A socialist-feminist approach cuts through technical complexity by demanding that the work of reproduction, of caring work and domestic responsibilities, typically undertaken by women and girls, be recognised and valued in equal measure

This means planning for a polycentric city, with well-designed and well-connected neighbourhoods. For example, the new urban extension to Vienna, Aspern Seestadt, connects its projected 20,000 households to Vienna city centre with a fast metro link, and includes different employment opportunities within the urban extension, as well as sufficient schools, nurseries, medical services, Austria’s first managed high street, hospitality and leisure facilities, facilities for refugees and a new urban park around the lake.

Ground-breaking work in 2009 by Ines Sanchez de Madariaga, an urban planning professor in Madrid, introduced the concept of the ‘mobility of care’. She challenged the way in which transport statistics in Spain were collated to highlight the commute to work. Instead, she demonstrated that ‘care work’ generated as many trips as the daily commute and therefore merited better provision. Using data to challenge long-held assumptions is an important component of a feminist approach, as gender relations shift and change and are dependent on the specifics of place and history.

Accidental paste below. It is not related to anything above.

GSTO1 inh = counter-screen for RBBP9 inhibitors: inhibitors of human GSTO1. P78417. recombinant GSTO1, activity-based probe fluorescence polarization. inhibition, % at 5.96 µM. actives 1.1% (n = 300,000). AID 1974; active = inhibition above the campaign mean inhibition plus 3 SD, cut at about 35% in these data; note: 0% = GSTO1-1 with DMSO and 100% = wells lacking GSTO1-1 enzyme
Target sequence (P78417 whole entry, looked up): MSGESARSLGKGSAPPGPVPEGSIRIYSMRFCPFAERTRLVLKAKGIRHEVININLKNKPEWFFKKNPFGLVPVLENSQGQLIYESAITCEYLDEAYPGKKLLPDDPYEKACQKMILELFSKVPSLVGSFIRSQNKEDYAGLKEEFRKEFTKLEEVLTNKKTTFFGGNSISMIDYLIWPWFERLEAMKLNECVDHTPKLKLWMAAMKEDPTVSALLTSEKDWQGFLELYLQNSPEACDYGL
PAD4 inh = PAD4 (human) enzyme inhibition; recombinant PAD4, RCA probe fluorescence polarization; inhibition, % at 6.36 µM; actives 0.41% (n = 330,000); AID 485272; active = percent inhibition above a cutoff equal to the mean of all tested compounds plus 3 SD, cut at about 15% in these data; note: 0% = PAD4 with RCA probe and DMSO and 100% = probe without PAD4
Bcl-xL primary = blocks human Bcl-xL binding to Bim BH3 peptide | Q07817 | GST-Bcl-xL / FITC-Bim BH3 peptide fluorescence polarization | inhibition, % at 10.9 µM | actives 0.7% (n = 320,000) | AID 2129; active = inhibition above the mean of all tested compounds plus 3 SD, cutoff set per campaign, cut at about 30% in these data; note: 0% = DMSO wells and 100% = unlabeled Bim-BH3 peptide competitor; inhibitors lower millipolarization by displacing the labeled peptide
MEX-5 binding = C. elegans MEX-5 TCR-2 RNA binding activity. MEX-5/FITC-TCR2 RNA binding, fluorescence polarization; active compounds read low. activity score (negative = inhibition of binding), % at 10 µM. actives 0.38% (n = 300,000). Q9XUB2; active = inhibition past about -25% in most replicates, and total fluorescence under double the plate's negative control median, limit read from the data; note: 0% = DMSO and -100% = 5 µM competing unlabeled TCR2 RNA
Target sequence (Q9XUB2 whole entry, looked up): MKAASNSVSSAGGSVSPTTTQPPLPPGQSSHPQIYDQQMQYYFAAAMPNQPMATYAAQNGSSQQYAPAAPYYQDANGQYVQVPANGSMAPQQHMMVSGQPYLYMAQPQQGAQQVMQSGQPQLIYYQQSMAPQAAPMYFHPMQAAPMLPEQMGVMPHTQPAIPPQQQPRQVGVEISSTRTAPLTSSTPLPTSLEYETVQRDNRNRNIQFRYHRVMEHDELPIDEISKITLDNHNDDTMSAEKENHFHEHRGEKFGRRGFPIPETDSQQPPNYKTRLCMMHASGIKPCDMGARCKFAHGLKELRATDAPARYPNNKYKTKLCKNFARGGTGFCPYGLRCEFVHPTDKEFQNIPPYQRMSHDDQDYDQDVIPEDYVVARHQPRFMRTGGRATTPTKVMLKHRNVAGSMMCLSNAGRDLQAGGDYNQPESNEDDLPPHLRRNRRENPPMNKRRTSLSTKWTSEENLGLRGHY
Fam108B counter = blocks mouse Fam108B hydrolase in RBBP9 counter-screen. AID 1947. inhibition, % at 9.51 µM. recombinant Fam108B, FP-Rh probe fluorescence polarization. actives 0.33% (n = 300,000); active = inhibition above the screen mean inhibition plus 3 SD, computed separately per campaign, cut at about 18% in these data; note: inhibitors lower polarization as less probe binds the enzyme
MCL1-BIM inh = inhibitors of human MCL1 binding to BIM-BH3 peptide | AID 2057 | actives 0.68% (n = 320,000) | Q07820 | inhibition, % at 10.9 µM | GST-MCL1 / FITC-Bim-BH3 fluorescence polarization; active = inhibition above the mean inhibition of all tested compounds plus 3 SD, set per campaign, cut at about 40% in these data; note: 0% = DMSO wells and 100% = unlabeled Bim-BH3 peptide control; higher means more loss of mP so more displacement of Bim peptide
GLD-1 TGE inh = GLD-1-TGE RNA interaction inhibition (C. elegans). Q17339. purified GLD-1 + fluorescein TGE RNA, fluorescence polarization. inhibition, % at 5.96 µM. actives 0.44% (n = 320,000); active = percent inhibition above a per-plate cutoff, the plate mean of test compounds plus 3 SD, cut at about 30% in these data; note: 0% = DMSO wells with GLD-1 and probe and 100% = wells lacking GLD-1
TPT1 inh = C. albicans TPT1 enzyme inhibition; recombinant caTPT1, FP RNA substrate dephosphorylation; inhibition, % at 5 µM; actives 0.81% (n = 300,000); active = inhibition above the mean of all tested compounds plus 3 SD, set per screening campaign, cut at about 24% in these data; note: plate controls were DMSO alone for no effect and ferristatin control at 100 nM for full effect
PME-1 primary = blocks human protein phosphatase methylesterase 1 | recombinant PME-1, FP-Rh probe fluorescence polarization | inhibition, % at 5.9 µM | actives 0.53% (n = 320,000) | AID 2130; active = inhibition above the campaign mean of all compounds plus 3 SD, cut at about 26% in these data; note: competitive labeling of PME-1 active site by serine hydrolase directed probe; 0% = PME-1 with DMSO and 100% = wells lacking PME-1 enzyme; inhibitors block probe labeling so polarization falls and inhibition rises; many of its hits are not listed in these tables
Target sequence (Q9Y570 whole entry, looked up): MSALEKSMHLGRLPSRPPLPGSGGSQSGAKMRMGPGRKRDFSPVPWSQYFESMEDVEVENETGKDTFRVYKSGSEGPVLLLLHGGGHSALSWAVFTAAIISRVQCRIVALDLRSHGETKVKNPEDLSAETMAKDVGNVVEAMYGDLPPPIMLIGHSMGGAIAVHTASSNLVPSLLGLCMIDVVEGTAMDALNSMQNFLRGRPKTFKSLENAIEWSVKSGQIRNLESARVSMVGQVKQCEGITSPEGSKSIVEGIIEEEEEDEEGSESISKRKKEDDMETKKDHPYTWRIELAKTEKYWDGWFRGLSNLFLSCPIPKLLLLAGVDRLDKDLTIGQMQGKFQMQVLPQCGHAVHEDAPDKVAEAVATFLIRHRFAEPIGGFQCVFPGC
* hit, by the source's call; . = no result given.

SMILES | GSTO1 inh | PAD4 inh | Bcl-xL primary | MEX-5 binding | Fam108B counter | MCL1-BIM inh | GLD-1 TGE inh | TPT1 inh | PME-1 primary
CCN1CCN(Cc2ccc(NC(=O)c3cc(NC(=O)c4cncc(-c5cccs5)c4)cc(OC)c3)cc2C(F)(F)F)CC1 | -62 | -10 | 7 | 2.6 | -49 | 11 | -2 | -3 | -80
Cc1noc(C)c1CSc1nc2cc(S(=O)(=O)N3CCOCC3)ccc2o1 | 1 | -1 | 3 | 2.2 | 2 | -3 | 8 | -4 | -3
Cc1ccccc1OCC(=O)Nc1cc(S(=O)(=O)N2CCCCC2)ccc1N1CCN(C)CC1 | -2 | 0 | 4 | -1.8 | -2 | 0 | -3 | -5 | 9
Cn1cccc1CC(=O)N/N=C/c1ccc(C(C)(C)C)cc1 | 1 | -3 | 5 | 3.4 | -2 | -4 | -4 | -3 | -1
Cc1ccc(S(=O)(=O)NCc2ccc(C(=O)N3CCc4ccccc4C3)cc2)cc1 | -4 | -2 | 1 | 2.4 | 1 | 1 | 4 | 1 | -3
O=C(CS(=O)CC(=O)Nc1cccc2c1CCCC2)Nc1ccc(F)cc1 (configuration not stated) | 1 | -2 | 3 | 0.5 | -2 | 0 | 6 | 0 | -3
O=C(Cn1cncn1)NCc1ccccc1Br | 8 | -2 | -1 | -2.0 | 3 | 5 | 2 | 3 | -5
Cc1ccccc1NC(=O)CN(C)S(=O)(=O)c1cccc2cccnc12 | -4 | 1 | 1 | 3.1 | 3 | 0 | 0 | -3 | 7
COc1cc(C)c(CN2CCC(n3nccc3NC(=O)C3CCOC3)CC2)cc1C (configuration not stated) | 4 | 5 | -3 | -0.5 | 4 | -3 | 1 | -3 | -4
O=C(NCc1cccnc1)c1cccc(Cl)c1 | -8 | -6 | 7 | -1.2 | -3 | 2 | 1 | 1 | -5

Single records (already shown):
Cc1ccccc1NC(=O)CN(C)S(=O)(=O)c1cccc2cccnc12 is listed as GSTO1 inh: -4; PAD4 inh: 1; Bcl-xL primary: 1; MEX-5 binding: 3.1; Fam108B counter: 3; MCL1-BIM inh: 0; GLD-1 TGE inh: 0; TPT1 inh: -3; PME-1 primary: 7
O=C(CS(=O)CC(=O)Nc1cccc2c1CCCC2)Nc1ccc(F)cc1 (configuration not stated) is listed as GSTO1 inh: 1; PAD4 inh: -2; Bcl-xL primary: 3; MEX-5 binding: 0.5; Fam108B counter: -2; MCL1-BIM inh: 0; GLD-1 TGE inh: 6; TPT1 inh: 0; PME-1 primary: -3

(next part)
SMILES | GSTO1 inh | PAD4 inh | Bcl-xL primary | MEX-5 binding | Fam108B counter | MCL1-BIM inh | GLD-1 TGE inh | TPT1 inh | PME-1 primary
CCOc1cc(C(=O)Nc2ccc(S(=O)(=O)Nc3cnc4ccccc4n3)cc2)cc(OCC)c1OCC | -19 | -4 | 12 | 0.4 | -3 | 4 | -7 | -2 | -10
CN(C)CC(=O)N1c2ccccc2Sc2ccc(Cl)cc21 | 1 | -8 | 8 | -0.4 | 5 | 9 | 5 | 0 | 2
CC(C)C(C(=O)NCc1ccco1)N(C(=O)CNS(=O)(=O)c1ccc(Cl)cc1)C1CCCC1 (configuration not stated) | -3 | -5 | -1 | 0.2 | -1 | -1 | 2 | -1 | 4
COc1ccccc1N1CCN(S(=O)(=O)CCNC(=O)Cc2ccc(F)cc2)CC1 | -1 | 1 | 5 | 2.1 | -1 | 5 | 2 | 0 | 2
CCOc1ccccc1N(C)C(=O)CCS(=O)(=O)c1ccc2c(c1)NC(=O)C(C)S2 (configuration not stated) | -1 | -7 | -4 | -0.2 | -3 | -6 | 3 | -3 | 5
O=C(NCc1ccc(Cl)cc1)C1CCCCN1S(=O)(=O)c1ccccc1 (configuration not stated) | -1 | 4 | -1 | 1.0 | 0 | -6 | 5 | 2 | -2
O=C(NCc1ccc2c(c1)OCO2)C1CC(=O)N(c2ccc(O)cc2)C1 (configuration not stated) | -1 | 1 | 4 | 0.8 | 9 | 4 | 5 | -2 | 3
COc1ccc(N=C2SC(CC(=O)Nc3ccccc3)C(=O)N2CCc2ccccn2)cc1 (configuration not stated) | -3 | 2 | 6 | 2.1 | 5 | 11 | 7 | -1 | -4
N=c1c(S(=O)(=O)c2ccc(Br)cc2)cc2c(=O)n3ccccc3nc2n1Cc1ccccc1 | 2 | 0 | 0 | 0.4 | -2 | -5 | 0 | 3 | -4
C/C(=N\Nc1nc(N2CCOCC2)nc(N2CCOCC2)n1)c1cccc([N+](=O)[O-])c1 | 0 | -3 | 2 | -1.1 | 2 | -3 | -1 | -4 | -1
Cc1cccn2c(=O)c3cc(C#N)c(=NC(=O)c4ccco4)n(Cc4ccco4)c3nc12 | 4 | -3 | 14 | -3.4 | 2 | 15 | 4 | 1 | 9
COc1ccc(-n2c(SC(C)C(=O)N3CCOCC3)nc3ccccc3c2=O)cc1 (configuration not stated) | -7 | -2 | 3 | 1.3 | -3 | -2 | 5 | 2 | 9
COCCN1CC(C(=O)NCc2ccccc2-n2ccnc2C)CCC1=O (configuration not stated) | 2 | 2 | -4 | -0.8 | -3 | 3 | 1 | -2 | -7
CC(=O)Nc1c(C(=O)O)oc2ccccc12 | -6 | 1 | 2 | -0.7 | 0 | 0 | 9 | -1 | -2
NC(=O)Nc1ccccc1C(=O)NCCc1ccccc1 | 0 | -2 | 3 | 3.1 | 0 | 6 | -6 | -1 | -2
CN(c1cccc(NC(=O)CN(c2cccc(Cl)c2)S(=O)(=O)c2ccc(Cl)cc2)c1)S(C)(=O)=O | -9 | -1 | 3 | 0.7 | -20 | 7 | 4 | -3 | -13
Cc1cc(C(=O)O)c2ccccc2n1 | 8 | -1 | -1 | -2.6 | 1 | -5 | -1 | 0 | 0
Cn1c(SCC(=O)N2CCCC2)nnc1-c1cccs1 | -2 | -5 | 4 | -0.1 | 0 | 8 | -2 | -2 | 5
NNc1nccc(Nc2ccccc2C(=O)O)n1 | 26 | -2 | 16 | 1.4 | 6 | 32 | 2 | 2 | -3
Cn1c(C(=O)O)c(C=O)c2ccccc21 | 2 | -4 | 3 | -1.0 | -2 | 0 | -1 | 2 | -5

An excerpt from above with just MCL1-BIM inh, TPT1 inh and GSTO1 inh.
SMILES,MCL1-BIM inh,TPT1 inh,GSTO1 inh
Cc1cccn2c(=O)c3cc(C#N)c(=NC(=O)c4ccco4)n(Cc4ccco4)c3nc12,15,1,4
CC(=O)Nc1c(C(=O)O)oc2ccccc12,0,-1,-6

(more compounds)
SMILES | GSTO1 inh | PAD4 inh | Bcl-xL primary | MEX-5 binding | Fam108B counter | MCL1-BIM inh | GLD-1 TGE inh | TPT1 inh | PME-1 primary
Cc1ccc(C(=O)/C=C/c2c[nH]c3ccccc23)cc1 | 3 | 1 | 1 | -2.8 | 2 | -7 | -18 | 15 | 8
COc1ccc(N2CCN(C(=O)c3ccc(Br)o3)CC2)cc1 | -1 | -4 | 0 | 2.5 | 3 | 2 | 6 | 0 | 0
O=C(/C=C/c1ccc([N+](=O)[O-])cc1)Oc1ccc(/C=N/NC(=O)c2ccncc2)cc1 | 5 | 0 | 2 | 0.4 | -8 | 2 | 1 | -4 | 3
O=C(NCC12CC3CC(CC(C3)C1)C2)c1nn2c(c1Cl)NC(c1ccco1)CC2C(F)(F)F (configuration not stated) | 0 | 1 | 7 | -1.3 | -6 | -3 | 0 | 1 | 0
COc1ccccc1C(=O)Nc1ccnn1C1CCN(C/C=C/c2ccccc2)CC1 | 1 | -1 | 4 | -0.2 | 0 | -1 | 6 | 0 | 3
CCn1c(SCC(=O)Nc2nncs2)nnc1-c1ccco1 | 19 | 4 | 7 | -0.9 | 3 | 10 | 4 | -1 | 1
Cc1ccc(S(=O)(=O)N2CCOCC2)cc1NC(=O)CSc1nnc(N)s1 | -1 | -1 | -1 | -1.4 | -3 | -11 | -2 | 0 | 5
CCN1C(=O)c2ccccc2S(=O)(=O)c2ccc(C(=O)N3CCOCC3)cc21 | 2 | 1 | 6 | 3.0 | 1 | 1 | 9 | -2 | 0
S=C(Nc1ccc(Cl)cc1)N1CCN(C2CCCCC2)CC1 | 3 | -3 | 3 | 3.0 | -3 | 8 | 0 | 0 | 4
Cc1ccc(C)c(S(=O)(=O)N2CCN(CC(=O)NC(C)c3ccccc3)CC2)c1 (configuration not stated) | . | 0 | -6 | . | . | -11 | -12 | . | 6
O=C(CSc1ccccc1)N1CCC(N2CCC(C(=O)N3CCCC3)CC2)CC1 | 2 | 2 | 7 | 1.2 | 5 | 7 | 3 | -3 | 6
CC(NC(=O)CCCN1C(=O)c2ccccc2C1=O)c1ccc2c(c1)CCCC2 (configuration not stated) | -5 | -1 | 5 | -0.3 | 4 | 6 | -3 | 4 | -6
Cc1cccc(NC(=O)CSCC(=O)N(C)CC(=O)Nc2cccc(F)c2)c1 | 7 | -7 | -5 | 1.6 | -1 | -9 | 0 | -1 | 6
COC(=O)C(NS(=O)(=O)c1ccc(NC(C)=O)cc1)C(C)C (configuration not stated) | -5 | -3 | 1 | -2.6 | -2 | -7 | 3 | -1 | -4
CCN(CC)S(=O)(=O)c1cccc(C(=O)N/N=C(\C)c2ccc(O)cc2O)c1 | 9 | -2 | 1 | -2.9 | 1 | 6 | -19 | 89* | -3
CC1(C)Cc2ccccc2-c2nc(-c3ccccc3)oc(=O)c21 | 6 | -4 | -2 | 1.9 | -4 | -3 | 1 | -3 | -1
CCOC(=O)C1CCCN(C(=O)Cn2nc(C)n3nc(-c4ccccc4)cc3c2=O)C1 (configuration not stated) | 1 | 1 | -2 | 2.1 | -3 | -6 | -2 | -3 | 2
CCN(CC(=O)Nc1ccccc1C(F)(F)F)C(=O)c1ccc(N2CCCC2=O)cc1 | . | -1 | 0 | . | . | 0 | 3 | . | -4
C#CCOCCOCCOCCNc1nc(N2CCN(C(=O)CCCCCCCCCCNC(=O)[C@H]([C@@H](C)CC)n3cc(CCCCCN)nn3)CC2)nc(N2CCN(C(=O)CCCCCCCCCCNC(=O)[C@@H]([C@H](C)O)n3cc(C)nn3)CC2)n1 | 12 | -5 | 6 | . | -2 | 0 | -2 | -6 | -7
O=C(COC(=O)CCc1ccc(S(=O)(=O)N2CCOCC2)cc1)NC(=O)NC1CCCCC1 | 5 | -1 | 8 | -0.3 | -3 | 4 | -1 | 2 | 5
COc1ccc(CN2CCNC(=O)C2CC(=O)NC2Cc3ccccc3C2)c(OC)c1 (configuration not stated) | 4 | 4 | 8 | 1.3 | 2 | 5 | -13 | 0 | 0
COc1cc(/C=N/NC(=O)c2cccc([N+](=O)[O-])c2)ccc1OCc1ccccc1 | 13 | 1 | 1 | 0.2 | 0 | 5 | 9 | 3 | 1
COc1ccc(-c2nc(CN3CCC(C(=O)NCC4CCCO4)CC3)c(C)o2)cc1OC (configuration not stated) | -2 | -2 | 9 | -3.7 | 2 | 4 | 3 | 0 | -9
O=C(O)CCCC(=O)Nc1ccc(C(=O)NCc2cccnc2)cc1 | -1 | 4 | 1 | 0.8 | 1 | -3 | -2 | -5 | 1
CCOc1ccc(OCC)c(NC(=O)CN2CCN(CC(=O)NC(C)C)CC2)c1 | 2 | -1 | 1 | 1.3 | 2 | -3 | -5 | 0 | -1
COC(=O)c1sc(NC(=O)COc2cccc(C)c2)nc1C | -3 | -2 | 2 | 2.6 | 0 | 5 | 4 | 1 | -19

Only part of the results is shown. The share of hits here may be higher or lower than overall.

A city for everyone

Initiatives to increase safety and perceptions of safety have been promoted in a number of cities. In Barcelona, research action with night-time workers, including sex workers, by Sarah Ortiz Escalante and the feminist organisation Collectiu Punt 6, identified particularly dangerous places and this information was fed into the regional plan. In Mexico City, a programme entitled ‘Safer Streets, Safer Trails’ targeted at women has introduced better lighting, security cameras and alarm buttons over 200 kilometres of streets and paths. Combined with other improvements to public spaces, this has reduced street crime against women by 29 per cent and raised perceptions of safety in the period 2018-2021 by 40 per cent.

The expansion of the night-time economy has helped create safe spaces for LGBTQ people. It is vulnerable to changes in property values and requires specific planning interventions, however, some of which have been championed by Amy Lamé, London’s ‘night czar’.

A feminist approach to the city goes beyond merely treating women as victims and addresses all inequalities. For example, the global ‘men’s sheds’ movement helps older men marginalised by economic restructuring. Creating workshops where men who feel they have been left behind by society can come together and do socially useful work helps to restore dignity and, in urban terms, makes good use of marginal spaces.

These examples demonstrate that the struggle to create cities that uphold the rights of all to fair and equal citizenship touches everyone in different ways. Social movements, committed politicians and educated professionals all have a role to play in transforming the urban landscape, which, in turn, shapes our lives.

Marion Roberts is professor of urban design at the University of Westminster and co-author of Making Space: Women and the Man-Made Environment (Verso)

This article first appeared in issue #235, ‘Educate, agitate, organise’. Subscribe today to get your copy and support fearless, independent media